Light bulb logo: Sherwin

Coalition governments can play an important part in democracy

Written by Sherwin, published on June 4, 2010

We don’t elect a prime minister here in Canada. We vote in our own constituencies for a representative. Government is usually formed by the party with the most representatives. But sometimes, government is formed by a coalition of parties. No big deal. We elect a parliament, not a particular party. Parliament sorts it out. 1

And just because a minority government gets a non-confidence vote in the House, a whole new election doesn’t have to get triggered. When a government falls, it’s just not true that the only option is to have an election. But you hear this falsehood spoken often. You hear journalists say it. You hear newspaper editors say it. And you hear big business say it. And of course, lately the Conservatives have been saying it.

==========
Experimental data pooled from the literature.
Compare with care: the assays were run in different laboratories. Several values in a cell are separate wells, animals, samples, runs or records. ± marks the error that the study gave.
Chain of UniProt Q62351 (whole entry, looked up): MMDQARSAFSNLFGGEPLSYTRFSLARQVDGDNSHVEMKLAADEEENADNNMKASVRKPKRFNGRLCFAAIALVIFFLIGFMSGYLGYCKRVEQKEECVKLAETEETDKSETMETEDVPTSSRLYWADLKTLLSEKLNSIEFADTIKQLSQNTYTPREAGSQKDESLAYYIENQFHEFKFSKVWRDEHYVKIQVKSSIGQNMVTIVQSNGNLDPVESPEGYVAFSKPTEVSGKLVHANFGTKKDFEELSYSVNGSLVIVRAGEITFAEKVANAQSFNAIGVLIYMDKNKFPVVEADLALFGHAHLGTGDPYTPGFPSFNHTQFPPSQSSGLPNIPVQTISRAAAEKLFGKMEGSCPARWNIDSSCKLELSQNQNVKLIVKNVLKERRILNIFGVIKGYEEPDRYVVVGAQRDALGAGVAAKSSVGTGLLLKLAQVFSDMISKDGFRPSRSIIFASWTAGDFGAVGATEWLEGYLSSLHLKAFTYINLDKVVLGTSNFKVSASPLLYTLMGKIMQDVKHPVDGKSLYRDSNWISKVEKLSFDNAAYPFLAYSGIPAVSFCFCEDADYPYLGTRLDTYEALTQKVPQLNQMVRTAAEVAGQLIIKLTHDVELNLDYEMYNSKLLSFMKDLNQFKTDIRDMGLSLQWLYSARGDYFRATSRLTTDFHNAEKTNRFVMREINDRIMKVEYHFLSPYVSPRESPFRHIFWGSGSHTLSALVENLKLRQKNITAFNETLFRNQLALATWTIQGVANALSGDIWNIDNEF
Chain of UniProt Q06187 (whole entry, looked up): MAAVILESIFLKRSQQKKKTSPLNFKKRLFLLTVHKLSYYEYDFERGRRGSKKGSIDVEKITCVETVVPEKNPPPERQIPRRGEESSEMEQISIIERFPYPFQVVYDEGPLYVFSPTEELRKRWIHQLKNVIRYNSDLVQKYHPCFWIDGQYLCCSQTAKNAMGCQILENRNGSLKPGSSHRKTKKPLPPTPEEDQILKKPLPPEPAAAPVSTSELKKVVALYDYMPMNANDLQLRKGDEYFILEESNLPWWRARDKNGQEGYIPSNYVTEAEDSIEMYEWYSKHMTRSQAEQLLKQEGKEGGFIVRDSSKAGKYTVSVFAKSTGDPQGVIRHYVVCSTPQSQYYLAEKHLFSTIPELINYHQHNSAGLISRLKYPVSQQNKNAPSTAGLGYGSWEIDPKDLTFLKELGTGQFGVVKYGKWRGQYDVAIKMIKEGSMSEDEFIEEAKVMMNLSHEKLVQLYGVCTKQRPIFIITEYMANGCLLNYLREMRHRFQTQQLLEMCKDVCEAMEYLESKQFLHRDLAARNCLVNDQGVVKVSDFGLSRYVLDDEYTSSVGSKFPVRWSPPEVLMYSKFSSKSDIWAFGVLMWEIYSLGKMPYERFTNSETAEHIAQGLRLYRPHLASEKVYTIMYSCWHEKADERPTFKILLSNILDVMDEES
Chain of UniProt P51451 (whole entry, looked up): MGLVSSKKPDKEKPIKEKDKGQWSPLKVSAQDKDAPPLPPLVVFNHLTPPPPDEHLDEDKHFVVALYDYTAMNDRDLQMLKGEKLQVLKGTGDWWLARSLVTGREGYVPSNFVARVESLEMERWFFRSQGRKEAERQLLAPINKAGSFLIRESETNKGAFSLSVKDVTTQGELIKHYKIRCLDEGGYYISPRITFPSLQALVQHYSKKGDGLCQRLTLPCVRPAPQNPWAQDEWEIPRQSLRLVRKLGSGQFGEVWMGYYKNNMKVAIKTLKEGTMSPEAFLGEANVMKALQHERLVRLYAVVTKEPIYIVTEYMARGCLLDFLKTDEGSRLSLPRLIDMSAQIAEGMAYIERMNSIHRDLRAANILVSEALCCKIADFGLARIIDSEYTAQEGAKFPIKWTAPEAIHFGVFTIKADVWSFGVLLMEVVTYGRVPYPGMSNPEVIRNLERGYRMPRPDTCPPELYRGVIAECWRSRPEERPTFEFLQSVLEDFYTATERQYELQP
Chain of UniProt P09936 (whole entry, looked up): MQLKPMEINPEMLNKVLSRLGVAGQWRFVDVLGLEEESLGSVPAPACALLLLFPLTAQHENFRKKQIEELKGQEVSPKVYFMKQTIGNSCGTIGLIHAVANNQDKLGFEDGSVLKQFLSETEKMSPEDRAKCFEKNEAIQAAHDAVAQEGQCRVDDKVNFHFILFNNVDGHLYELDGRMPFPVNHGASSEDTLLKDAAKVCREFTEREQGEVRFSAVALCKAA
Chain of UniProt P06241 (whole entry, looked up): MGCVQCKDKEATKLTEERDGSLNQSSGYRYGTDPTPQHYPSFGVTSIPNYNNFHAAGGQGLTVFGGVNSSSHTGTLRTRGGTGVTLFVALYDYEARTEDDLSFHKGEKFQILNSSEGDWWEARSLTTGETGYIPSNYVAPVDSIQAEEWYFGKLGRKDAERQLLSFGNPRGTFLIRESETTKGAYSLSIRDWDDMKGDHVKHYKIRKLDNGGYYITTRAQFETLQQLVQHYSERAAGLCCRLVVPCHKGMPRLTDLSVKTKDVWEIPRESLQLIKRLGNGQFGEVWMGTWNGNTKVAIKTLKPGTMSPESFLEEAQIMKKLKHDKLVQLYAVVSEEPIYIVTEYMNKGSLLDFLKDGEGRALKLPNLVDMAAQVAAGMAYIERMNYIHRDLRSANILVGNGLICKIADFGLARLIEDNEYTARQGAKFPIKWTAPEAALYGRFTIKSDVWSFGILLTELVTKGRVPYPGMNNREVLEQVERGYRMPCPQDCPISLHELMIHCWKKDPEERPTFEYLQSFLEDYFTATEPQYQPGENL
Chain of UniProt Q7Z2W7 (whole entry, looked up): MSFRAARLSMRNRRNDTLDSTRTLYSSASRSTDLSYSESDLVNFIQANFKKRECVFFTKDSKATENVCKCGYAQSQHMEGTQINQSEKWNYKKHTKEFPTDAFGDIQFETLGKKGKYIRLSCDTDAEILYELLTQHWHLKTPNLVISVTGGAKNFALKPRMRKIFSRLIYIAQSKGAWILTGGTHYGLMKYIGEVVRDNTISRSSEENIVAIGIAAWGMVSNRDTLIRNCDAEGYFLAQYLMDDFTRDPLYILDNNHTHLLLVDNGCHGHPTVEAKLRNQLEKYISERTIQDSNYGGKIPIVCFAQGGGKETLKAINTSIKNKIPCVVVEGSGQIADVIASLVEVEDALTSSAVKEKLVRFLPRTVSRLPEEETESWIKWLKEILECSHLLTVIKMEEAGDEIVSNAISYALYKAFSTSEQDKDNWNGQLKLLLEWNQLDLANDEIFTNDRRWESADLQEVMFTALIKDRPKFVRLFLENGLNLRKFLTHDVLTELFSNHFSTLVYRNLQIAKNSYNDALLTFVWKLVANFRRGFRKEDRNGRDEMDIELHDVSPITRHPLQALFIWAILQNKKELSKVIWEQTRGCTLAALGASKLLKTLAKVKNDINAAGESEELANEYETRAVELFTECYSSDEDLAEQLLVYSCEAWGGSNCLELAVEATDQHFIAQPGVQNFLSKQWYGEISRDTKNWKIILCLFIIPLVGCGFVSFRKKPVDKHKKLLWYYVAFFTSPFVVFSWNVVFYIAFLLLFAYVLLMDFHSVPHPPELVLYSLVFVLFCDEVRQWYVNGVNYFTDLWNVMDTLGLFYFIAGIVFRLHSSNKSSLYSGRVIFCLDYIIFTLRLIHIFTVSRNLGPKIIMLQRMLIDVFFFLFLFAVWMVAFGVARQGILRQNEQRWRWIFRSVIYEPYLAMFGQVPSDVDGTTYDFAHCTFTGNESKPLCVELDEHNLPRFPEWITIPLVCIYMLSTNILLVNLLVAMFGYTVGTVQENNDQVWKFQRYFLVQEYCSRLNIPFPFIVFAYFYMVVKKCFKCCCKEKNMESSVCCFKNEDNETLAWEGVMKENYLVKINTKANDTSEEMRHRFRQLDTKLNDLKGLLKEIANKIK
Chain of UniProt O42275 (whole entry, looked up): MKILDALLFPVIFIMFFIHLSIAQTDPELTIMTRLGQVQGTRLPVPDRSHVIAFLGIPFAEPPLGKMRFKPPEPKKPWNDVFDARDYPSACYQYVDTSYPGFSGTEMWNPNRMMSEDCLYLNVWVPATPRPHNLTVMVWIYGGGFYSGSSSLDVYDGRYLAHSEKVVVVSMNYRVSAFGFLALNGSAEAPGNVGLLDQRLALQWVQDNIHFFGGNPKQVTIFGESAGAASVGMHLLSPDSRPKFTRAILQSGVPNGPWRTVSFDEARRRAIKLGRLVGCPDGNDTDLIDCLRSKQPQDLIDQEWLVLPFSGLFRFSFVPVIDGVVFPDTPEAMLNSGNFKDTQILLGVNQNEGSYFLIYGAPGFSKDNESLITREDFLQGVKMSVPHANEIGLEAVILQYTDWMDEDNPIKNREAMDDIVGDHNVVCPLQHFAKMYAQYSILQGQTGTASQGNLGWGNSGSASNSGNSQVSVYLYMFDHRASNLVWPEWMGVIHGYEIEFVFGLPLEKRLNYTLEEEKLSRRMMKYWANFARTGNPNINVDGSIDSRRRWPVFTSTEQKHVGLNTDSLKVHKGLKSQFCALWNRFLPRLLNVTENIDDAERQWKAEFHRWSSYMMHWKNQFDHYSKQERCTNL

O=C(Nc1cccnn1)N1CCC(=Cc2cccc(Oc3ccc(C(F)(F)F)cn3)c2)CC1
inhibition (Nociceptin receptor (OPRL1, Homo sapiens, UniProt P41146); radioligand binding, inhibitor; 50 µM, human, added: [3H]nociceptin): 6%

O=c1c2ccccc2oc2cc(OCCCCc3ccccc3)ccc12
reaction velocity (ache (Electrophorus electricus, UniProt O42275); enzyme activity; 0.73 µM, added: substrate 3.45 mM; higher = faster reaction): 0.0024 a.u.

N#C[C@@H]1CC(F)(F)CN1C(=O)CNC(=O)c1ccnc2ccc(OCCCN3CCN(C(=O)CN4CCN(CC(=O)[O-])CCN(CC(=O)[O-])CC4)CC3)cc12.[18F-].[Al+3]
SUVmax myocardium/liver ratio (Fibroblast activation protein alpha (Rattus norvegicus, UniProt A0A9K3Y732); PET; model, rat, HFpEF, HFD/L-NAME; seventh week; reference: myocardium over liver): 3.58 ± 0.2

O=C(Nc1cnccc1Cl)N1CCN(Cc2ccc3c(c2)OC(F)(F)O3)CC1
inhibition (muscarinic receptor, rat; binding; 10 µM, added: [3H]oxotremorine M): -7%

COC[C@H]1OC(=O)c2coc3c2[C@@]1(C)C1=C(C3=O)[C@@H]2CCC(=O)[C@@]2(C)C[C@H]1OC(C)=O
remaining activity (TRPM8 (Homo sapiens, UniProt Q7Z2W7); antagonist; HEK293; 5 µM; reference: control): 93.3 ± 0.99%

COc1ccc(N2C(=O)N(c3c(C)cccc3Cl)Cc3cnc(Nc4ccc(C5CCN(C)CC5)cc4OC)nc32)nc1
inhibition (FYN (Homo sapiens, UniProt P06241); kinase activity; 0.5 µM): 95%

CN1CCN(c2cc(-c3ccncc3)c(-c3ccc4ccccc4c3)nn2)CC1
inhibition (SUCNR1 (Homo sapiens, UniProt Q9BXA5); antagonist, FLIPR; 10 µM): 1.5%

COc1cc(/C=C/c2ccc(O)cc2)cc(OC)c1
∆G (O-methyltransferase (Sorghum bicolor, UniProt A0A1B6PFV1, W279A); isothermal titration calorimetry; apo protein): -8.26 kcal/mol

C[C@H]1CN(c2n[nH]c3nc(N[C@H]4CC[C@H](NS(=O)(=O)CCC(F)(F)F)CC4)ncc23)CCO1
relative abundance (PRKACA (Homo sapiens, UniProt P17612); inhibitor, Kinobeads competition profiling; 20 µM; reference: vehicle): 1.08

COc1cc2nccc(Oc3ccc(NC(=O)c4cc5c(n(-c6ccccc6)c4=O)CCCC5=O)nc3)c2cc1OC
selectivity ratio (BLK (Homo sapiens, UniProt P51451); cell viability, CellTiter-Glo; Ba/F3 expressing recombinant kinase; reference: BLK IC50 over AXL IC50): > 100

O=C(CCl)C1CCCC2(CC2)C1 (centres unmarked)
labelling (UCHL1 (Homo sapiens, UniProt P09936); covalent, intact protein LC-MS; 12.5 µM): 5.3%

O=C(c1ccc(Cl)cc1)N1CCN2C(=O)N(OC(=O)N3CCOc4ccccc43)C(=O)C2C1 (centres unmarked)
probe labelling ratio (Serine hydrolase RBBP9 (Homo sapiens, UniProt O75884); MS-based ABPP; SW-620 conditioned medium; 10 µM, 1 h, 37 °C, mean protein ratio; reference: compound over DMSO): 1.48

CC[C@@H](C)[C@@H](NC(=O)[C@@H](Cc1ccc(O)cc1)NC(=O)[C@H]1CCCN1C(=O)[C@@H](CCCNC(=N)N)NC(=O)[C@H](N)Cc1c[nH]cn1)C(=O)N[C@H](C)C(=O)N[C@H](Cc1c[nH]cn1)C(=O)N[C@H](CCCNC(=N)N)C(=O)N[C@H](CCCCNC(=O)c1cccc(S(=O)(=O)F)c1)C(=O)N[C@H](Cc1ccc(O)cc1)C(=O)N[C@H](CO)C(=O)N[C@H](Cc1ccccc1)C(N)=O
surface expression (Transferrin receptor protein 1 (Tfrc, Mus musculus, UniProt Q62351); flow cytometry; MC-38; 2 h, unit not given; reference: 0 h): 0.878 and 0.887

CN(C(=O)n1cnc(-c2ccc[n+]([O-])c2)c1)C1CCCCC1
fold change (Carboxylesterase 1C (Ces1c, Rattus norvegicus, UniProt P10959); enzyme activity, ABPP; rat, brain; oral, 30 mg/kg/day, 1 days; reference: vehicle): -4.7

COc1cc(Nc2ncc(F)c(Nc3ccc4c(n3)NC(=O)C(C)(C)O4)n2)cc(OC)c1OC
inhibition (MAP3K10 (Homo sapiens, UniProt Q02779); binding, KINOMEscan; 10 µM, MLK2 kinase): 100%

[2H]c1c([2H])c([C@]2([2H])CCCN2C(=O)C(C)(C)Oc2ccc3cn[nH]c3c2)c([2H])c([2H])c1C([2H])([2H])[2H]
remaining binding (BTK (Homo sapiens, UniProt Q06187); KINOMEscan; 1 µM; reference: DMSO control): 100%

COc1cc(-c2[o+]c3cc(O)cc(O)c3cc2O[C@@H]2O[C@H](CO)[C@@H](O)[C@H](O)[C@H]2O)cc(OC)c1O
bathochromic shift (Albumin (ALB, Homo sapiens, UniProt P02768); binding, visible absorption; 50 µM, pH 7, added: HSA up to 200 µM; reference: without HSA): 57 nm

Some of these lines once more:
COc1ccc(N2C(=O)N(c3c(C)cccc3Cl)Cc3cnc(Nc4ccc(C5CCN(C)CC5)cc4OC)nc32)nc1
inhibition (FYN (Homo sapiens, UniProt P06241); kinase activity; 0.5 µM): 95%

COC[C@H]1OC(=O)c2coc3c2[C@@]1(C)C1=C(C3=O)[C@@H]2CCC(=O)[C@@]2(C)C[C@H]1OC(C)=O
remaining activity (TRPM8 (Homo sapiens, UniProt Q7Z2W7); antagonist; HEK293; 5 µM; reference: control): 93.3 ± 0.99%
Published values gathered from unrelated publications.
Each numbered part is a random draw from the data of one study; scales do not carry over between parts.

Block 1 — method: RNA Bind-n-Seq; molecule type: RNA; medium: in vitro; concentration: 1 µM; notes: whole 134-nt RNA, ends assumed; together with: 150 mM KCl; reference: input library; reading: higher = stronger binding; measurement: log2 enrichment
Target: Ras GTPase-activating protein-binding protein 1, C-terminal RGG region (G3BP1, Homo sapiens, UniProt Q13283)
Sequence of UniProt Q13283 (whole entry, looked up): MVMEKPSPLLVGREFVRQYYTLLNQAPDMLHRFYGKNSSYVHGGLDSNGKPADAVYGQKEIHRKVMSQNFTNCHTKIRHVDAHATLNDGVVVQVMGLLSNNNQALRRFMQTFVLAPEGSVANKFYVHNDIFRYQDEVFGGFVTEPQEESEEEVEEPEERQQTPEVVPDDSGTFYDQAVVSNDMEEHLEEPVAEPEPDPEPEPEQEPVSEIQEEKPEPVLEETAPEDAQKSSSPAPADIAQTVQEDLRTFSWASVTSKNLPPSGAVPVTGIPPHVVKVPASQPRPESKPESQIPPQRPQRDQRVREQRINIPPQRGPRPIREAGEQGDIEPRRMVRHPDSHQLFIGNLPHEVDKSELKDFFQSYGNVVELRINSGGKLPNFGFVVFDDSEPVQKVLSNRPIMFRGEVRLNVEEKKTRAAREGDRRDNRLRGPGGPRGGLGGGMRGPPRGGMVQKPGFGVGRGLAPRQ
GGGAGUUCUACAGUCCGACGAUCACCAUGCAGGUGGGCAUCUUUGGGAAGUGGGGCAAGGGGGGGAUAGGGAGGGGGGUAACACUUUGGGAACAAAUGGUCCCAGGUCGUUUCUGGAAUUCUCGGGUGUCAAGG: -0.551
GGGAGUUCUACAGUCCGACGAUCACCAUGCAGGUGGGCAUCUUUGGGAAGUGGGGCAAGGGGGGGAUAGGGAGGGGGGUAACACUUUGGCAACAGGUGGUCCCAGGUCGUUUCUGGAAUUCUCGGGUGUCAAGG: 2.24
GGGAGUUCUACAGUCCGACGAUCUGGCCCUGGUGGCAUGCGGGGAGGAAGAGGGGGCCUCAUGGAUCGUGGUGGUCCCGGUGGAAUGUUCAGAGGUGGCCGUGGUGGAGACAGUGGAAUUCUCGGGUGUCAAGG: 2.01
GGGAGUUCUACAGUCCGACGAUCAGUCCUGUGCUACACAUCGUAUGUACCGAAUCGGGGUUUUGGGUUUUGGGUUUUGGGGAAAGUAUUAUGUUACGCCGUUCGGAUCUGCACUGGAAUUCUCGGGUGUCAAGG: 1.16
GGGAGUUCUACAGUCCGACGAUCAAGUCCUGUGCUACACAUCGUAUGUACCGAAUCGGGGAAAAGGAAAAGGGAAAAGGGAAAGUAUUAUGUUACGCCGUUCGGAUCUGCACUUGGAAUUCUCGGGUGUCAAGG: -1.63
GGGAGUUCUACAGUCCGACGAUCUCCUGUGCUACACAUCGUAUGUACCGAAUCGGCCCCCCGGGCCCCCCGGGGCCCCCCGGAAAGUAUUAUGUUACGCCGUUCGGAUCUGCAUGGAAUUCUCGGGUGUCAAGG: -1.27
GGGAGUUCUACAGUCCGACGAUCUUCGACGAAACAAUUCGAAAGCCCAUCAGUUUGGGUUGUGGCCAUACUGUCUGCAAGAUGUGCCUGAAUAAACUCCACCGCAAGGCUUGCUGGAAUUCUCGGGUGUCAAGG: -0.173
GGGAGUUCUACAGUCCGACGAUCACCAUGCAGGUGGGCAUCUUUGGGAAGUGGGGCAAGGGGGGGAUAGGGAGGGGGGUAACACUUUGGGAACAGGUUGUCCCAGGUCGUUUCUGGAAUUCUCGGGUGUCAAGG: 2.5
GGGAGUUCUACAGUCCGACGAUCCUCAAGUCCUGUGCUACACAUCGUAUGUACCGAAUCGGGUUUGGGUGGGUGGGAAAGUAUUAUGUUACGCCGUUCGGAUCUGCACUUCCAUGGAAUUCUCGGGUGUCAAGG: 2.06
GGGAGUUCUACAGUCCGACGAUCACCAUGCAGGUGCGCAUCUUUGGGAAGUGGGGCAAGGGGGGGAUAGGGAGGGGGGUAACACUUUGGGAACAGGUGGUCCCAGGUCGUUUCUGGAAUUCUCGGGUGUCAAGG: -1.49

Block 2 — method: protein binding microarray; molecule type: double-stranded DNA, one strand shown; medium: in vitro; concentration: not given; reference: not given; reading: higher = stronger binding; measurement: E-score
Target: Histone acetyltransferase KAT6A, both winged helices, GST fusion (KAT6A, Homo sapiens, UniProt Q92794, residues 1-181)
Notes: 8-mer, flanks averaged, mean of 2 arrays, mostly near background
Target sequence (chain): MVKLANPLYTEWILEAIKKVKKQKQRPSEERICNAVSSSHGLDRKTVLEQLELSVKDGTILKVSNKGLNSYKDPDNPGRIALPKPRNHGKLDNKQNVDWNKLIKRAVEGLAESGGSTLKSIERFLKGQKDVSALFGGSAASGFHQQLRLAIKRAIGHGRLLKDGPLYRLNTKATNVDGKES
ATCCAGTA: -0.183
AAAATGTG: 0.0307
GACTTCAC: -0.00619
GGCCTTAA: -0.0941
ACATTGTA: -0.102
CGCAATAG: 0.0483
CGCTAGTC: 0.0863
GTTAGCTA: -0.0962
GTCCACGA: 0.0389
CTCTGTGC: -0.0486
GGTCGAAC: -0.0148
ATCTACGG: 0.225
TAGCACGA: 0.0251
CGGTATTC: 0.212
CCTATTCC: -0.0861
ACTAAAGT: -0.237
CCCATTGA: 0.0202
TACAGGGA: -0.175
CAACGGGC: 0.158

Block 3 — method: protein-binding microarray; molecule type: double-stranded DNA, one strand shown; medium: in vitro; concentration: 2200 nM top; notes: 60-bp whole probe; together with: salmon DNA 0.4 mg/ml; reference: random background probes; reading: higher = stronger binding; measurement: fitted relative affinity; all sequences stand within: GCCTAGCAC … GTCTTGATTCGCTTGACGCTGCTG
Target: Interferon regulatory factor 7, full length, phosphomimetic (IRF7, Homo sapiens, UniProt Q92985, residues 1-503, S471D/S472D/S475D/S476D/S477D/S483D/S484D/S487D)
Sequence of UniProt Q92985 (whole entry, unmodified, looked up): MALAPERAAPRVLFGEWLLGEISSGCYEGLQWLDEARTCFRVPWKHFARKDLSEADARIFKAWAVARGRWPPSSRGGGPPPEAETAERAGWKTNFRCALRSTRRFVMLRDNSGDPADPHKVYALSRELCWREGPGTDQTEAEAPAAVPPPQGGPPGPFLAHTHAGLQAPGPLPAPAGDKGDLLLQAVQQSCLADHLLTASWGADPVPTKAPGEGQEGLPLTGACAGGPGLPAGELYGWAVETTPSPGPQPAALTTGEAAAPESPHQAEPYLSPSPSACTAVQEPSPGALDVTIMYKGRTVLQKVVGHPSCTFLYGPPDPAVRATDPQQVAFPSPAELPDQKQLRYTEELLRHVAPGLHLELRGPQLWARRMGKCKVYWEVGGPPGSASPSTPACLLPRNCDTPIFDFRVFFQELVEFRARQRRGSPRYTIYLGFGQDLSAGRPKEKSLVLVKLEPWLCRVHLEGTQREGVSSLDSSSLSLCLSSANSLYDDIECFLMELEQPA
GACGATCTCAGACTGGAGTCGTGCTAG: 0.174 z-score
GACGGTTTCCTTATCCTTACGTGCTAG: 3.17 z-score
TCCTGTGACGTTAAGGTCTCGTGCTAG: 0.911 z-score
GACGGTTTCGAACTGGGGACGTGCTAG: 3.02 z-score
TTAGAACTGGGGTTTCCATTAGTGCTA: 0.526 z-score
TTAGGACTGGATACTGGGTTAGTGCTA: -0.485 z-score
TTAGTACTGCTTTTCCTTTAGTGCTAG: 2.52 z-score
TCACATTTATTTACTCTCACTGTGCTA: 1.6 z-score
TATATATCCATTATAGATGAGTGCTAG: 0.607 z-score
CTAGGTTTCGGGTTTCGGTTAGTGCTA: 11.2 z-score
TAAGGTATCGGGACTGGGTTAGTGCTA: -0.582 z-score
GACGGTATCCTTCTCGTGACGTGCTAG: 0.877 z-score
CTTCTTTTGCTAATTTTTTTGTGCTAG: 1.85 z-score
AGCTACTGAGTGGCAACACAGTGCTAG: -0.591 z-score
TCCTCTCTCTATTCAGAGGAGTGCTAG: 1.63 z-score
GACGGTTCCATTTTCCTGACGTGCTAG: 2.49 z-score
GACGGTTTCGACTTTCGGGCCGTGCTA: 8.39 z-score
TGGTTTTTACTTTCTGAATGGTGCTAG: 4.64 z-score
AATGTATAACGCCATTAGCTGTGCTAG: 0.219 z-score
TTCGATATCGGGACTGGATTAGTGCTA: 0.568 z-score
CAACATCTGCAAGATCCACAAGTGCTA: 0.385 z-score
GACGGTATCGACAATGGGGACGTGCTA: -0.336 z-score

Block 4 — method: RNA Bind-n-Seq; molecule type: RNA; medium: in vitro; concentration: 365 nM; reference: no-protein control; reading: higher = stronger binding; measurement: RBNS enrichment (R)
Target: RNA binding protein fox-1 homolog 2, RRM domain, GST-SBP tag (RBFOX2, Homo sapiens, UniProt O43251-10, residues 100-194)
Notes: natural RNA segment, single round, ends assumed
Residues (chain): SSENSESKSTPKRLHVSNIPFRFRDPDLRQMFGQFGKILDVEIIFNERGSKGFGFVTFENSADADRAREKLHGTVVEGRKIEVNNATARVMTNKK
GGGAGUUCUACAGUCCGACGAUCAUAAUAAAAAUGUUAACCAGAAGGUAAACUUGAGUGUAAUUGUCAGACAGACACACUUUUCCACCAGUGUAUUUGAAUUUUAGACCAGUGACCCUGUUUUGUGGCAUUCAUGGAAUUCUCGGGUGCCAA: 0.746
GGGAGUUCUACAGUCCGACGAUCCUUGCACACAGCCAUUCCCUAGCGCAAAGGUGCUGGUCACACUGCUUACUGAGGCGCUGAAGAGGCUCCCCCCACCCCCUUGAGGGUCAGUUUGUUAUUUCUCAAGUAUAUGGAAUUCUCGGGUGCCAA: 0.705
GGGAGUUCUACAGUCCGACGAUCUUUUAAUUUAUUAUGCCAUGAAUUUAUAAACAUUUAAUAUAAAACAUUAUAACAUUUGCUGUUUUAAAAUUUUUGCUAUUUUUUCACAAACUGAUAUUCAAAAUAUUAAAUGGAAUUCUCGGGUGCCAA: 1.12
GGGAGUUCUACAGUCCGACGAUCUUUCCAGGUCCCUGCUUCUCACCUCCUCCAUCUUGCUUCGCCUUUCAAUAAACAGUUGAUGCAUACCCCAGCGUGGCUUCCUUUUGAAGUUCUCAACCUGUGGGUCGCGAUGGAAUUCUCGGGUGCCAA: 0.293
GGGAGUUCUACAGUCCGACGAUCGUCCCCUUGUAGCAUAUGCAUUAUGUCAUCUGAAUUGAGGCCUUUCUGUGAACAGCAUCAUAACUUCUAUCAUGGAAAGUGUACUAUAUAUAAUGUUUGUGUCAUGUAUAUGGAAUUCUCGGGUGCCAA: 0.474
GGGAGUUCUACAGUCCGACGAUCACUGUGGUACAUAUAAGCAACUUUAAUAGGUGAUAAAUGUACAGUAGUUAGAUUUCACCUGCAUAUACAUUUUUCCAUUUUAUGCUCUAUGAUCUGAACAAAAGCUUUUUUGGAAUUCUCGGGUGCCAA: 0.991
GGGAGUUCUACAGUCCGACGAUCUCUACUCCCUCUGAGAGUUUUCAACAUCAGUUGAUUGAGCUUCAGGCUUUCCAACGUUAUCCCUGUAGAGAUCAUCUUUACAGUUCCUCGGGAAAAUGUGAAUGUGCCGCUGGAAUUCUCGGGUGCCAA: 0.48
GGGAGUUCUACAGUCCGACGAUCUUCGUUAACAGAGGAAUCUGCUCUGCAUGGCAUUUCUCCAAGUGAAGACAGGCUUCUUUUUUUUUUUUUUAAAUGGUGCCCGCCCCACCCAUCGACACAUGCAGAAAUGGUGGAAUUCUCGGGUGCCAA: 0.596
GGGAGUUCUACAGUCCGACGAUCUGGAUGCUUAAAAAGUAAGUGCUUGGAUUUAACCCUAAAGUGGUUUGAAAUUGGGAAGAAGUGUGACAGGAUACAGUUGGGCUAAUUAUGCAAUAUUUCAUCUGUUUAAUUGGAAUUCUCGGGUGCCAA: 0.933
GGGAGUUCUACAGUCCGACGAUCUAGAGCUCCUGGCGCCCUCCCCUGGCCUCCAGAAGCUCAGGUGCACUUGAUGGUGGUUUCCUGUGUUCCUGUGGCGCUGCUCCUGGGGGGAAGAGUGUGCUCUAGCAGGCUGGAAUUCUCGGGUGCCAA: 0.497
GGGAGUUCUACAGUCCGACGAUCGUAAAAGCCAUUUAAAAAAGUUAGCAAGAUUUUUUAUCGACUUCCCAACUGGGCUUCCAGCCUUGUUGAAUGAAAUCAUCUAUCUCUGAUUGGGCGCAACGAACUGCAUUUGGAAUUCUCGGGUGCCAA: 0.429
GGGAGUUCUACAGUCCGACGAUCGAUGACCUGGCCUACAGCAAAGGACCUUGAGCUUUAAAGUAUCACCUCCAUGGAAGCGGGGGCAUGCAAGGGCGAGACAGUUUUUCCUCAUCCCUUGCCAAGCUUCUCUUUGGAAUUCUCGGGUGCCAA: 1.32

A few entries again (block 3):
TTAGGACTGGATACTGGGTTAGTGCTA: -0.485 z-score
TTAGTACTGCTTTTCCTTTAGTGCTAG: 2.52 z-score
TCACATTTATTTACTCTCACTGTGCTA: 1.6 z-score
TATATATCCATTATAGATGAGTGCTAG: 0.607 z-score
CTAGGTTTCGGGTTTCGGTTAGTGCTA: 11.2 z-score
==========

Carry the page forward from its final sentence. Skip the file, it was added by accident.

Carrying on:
When a minority government falls, any other portion of parliament can come forward with the intent to form government. The majority of Canadians voted against Harper’s Christians last election. I would prefer a coalition.

  1. Our type of democracy is not the most democratic. Most advanced democracies use some form of proportional representation. But that’s another question for another day.
comments powered by Disqus